Though this mid-April cool snap echoes 2020, key differences are noted in the ENSO state. SST snap-shot might be similar, but we are coming out of (not going into) La Nina. Usually better by the TNI papers.

Also May 2020 a beautiful jet extension was spoiled by pesky closed lows. Generally those are less favored this phase of ENSO, unless we get an absolutely dreadful GLAAM hiccup. Odds simply favor a normal May, which is game-on for chasing.
 
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B Janssen

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Apr 28, 2020
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@Jeff House. I wish I could see what you see in the long term, because CFS weeklies for May look awful. Then again, I think someone mentioned that past two weeks is really hard to forecast.
 

Jason N

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Mar 2, 2021
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Jeff House(I typed your name , I saw no pop down menu 🤷‍♂️) - We've been seeing some upticks in confidence on tropical system formation over the southern IO and another area over Madagascar over the next few weeks, not sure if this means the MJO is shifting towards phase 7 100% yet, but something to watch for sure. As for the Chase piece, I am committed for end of May now(tickets bought, truck rented), so I'll just do what I have to and I'll be smiling the whole time. I am just not a fan of Dixie chases and never have been.

That said, I am in agreement with the idea that there is just still a lot of time to see how the hemispheric scale is going to effect the Synoptic. Revisit 10-14 days from now and lets see where things are.
 
Oct 10, 2004
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Though this mid-April cool snap echoes 2020, key differences are noted in the ENSO state. SST snap-shot might be similar, but we are coming out of (not going into) La Nina. Usually better by the TNI papers.
Just anecdotally, it seems like April 2020 was more active (with the Easter outbreak, Bassfield, MS etc taking place a year ago to the day) followed by more activity later in the month which involved the Southern Plains (Madill, OK) in addition to another violent day in Dixie. Then everything by and large shut down for May and even June. It almost seems like everything that happened in April in Dixie last year, happened in March this year.

April hasn't really been a consistent producer of quality chase days for a long time (if indeed it ever was), so I'm not too concerned...yet. Would be nice if the weeklies looked better going into May, but with the skill level beyond 3 weeks being what it is, I'd be more worried if they were showing a perfect pattern for chasing right now.
 

B Janssen

Enthusiast
Apr 28, 2020
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@Jeff Duda. I have very little understanding of the MJO. I know that it can affect the storm season and that certain phases are more favorable. I am curious about when the affects of the phases predicted in the images you showed will take hold if they do?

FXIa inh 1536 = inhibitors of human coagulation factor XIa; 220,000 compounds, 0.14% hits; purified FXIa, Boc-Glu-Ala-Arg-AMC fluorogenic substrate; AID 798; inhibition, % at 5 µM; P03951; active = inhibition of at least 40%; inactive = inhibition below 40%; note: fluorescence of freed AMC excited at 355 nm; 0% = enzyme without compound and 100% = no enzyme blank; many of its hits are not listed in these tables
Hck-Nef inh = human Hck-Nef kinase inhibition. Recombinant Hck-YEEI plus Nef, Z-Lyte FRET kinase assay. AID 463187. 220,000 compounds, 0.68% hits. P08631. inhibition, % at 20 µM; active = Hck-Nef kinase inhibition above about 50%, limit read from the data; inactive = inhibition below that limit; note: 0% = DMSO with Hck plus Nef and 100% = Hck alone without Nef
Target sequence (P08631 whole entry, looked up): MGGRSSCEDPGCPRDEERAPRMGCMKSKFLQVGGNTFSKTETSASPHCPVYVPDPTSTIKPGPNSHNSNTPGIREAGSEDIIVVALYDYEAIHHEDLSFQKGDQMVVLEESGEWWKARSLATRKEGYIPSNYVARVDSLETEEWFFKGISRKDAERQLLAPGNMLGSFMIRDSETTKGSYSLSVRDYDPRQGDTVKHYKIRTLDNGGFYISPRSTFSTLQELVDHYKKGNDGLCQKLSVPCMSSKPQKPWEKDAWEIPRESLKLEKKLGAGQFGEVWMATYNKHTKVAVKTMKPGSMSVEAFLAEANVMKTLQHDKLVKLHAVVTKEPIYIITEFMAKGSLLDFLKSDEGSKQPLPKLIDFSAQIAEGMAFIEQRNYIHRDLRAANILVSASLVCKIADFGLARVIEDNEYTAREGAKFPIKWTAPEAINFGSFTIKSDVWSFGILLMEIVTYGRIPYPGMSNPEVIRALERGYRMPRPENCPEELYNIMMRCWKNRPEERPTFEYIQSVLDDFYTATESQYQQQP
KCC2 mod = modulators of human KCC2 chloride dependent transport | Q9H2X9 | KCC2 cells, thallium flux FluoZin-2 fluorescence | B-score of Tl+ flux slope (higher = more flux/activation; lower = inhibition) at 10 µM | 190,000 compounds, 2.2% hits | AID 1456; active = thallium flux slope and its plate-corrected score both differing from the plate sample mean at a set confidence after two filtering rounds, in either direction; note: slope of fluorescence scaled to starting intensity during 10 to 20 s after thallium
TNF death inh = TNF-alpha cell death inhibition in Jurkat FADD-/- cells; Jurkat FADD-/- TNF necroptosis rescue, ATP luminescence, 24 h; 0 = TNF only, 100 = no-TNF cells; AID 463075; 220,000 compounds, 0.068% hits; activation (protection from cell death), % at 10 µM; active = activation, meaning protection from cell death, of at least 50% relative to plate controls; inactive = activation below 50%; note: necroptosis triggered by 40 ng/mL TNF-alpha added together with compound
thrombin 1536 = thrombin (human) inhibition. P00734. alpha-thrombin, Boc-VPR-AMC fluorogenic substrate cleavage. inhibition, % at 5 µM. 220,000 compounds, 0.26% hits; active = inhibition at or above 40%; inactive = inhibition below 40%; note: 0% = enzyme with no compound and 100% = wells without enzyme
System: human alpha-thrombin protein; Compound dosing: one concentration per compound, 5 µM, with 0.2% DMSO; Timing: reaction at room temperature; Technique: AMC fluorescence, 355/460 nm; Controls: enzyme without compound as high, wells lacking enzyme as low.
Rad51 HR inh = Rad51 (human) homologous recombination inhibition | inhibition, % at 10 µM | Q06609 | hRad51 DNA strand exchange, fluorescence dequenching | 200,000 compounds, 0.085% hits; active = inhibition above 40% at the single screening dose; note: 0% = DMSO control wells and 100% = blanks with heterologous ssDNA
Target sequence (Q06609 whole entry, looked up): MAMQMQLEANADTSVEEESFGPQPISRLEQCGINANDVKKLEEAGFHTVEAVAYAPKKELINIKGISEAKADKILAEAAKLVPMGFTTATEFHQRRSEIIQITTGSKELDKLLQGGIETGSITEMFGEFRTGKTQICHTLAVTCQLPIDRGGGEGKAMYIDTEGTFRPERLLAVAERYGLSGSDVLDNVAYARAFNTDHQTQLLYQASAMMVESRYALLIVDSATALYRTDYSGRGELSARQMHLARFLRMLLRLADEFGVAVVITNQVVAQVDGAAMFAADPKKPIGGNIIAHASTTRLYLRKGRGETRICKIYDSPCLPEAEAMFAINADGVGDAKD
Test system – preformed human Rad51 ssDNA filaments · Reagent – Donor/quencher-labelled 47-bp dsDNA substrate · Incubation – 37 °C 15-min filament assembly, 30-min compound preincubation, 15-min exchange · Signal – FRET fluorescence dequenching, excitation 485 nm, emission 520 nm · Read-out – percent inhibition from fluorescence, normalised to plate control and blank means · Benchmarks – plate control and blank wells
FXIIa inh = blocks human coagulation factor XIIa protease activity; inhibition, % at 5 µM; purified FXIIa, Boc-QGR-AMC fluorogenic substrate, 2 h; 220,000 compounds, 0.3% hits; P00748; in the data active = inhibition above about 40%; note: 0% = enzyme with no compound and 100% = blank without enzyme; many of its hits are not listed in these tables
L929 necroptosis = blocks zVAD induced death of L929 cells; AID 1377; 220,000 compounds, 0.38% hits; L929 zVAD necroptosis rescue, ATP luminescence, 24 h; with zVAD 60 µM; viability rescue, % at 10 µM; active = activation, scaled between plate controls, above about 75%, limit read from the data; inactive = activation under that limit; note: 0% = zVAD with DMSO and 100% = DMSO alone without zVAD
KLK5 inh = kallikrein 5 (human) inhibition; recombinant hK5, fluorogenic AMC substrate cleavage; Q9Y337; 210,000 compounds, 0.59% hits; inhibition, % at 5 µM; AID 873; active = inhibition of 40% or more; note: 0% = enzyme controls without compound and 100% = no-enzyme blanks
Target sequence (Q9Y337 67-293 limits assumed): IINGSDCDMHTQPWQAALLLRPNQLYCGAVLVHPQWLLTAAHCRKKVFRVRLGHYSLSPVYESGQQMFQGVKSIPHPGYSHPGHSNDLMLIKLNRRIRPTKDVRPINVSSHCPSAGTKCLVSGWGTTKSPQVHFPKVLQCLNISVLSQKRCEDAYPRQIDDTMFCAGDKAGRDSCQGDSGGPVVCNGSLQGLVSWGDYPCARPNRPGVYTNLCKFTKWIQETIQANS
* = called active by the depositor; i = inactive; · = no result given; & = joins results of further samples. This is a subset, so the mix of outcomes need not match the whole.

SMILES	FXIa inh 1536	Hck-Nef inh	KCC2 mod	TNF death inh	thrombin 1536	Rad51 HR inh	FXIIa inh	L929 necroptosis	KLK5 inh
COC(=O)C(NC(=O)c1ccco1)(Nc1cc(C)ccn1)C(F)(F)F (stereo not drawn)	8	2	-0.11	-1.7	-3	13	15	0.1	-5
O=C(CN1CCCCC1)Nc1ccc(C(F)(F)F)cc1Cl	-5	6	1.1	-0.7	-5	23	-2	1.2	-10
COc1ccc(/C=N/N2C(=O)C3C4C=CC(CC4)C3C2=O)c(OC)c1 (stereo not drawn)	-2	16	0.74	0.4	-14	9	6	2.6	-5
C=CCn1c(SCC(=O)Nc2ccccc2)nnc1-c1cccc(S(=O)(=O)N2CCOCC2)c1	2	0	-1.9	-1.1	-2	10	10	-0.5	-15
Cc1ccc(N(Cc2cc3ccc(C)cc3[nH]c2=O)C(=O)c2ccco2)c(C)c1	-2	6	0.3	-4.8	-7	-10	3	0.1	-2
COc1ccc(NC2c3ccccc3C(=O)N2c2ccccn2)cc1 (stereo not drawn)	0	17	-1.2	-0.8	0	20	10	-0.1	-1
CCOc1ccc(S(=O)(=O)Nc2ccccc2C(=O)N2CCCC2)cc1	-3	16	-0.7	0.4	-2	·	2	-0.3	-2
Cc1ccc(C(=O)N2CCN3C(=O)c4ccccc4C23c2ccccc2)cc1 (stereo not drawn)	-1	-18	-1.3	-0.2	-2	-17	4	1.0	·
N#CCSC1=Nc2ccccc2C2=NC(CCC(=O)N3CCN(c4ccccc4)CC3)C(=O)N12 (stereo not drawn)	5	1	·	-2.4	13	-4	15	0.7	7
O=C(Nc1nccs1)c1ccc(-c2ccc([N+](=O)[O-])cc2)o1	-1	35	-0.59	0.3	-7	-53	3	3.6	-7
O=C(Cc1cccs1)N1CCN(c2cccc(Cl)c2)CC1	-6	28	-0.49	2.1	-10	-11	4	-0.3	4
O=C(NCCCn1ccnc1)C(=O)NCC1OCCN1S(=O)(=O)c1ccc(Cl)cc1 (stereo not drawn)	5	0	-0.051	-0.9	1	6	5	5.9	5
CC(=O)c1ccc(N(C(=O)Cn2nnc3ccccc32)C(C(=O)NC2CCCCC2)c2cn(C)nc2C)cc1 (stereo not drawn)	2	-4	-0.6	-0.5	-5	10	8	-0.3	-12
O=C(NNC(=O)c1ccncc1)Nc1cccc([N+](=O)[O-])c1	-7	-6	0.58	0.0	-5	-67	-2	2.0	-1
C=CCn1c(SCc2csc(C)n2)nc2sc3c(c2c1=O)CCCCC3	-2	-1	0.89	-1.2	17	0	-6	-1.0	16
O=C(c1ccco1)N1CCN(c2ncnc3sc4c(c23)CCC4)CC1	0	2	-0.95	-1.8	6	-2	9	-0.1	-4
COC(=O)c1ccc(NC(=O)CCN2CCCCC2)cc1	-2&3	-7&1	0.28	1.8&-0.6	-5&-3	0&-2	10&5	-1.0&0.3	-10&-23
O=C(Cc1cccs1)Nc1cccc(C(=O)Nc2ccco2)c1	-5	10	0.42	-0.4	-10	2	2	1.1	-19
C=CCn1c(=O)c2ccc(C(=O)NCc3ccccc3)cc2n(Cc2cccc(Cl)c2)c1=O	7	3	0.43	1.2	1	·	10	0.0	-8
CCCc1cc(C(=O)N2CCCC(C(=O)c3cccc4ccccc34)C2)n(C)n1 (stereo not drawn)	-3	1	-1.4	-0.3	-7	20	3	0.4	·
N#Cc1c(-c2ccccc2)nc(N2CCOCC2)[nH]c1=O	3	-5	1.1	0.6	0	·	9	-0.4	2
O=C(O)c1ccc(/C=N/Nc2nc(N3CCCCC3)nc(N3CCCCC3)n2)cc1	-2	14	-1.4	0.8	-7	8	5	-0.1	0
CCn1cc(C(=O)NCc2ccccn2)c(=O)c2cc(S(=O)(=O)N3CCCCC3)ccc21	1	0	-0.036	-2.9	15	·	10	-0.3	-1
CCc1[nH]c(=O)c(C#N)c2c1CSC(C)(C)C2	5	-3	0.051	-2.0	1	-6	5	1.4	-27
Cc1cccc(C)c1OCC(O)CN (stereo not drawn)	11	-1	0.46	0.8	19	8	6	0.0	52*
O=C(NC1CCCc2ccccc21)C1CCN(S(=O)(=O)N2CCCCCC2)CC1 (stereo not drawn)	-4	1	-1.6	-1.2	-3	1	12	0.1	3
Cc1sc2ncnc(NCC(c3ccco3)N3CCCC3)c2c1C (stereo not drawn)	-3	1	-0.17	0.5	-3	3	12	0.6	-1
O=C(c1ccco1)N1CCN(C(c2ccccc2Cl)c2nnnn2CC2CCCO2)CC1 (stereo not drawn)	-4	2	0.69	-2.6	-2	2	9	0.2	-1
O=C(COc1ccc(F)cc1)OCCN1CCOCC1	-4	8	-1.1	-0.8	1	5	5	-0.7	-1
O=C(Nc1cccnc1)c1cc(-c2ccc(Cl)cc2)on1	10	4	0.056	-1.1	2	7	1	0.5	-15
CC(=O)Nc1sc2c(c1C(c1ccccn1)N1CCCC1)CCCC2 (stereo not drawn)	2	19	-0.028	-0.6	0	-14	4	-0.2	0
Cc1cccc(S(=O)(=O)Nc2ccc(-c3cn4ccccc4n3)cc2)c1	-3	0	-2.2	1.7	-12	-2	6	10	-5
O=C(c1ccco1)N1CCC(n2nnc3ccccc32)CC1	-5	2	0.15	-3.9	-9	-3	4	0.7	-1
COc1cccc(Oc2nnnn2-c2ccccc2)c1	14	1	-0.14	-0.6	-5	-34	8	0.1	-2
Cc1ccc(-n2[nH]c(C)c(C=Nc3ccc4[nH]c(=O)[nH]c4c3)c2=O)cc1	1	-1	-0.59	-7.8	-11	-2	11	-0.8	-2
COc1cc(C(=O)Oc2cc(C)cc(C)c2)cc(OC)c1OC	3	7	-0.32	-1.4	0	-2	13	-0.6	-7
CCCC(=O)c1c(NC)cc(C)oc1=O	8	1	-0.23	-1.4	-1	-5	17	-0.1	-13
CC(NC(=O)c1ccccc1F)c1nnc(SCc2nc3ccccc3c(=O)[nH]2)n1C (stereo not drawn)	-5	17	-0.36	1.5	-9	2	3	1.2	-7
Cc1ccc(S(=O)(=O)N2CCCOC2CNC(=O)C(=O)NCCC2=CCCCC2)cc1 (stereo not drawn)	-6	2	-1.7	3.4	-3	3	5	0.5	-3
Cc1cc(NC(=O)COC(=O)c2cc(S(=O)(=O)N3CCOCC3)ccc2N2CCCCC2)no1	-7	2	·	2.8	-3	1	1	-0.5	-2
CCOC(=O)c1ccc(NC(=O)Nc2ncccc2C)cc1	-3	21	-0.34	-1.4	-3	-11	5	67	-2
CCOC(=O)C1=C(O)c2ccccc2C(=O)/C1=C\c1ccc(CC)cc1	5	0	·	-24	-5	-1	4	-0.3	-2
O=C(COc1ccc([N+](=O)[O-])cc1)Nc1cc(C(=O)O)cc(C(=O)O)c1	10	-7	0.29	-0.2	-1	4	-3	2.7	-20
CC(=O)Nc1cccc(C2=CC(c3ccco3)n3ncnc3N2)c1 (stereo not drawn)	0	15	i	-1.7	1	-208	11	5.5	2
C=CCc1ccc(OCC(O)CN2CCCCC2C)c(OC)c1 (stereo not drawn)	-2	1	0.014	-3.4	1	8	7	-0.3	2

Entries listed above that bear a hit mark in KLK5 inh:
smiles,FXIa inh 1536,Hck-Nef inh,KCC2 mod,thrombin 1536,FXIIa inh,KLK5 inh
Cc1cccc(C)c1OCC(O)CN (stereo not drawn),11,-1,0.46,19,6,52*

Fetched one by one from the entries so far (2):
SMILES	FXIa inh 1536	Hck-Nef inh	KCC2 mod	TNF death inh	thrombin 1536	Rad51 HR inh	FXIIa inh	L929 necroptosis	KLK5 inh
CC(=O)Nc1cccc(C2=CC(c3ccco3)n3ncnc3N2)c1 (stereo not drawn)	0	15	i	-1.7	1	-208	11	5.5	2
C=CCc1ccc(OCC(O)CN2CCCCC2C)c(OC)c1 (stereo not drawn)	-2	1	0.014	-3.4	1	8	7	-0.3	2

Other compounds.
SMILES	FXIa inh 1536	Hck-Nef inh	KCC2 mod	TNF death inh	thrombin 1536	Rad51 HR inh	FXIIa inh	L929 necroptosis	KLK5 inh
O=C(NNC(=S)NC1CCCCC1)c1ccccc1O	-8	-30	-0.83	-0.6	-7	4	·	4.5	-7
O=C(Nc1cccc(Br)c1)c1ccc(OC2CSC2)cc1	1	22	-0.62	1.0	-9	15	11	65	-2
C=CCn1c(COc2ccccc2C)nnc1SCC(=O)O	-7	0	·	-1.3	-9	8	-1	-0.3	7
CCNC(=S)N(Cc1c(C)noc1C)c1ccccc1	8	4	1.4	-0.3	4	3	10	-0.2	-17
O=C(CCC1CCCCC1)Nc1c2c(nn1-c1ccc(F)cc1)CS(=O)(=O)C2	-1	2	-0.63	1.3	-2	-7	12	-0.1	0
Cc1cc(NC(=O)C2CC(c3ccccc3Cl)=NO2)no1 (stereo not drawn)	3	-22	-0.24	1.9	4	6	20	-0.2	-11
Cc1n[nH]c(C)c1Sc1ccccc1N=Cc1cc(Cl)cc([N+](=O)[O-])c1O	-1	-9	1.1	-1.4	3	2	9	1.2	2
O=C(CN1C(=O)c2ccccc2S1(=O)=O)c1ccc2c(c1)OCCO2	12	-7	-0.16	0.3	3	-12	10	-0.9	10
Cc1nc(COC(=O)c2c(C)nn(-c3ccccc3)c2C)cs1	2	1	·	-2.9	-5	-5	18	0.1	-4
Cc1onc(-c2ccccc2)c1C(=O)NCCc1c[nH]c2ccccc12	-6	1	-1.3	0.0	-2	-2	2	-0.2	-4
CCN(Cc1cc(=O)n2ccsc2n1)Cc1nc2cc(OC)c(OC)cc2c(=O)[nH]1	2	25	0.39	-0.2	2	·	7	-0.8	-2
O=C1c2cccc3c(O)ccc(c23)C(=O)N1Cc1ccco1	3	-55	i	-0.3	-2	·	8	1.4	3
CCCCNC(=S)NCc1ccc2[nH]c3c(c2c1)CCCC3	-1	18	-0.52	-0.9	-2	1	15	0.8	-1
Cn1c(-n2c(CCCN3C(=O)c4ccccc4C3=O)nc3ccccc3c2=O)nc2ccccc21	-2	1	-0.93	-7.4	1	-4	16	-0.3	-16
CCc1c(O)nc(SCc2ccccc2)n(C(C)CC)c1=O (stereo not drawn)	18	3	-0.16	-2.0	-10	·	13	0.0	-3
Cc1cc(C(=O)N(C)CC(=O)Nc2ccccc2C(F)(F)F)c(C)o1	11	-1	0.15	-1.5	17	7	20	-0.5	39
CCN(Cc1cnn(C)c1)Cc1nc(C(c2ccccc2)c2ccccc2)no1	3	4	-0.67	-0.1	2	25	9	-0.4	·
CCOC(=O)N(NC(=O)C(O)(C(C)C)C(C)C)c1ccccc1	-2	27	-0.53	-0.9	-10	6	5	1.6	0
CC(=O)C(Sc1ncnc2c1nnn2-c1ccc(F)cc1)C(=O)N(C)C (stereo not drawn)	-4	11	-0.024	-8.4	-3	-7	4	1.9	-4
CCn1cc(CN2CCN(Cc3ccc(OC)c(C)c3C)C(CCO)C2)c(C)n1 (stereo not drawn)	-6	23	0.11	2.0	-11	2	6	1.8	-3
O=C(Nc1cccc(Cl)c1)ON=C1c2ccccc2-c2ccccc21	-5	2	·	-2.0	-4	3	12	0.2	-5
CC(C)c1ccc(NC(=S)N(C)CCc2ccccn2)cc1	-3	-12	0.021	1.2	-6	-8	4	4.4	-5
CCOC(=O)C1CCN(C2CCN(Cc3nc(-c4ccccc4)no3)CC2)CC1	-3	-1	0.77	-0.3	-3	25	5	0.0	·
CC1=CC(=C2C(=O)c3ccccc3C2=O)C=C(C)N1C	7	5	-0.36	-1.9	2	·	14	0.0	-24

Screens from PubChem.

@Jeff House. What do you think about sea surface temperatures in the Gulf of Mexico. How much of a clamper on the season do you think they might be? How detrimental do you think the upcoming cold snap will be to sea surface temperatures in the western Gulf of Mexico? 1618285002619.png
 

Jeff Duda

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@Jeff Duda. I have very little understanding of the MJO. I know that it can affect the storm season and that certain phases are more favorable. I am curious about when the affects of the phases predicted in the images you showed will take hold if they do?
I don't have a full understanding of the relationship between MJO and US severe weather either. However, I understand from the literature that, at this time of year, a big swing through phases 8-1-2 will give us a big boost in severe weather activity.
 

Dutch Jolien

Enthusiast
I'm not an expert, but I read at Severe Weather Europe, that La Nina and the high temps of the gulf stream (6 to 8 degrees celcius above average) can be a great influence at the coming stormseason.



About El Nina, she was stronger than normal and the way she acted, is simular to years wich had a tornado outbreak and very active season. But what do you think about this? Could we see an above-average tornado season in the United States due to the ongoing La Nina this spring?

Below is a graph which shows annual tornado numbers in the United States from 1954 to 2014. Looking at the years, we can see that from the top 5 most active tornado years, 4 were La Nina years. At least for the spring tornado season, which is also the most active part of the year for tornadoes.
 
Oct 10, 2004
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I'm not an expert, but I read at Severe Weather Europe, that La Nina and the high temps of the gulf stream (6 to 8 degrees celcius above average) can be a great influence at the coming stormseason.



About El Nina, she was stronger than normal and the way she acted, is simular to years wich had a tornado outbreak and very active season. But what do you think about this? Could we see an above-average tornado season in the United States due to the ongoing La Nina this spring?



From what I understand, the La Nina has pretty much dissipated to near neutral. MJO should be a much bigger influence on seasonal potential.
 

adlyons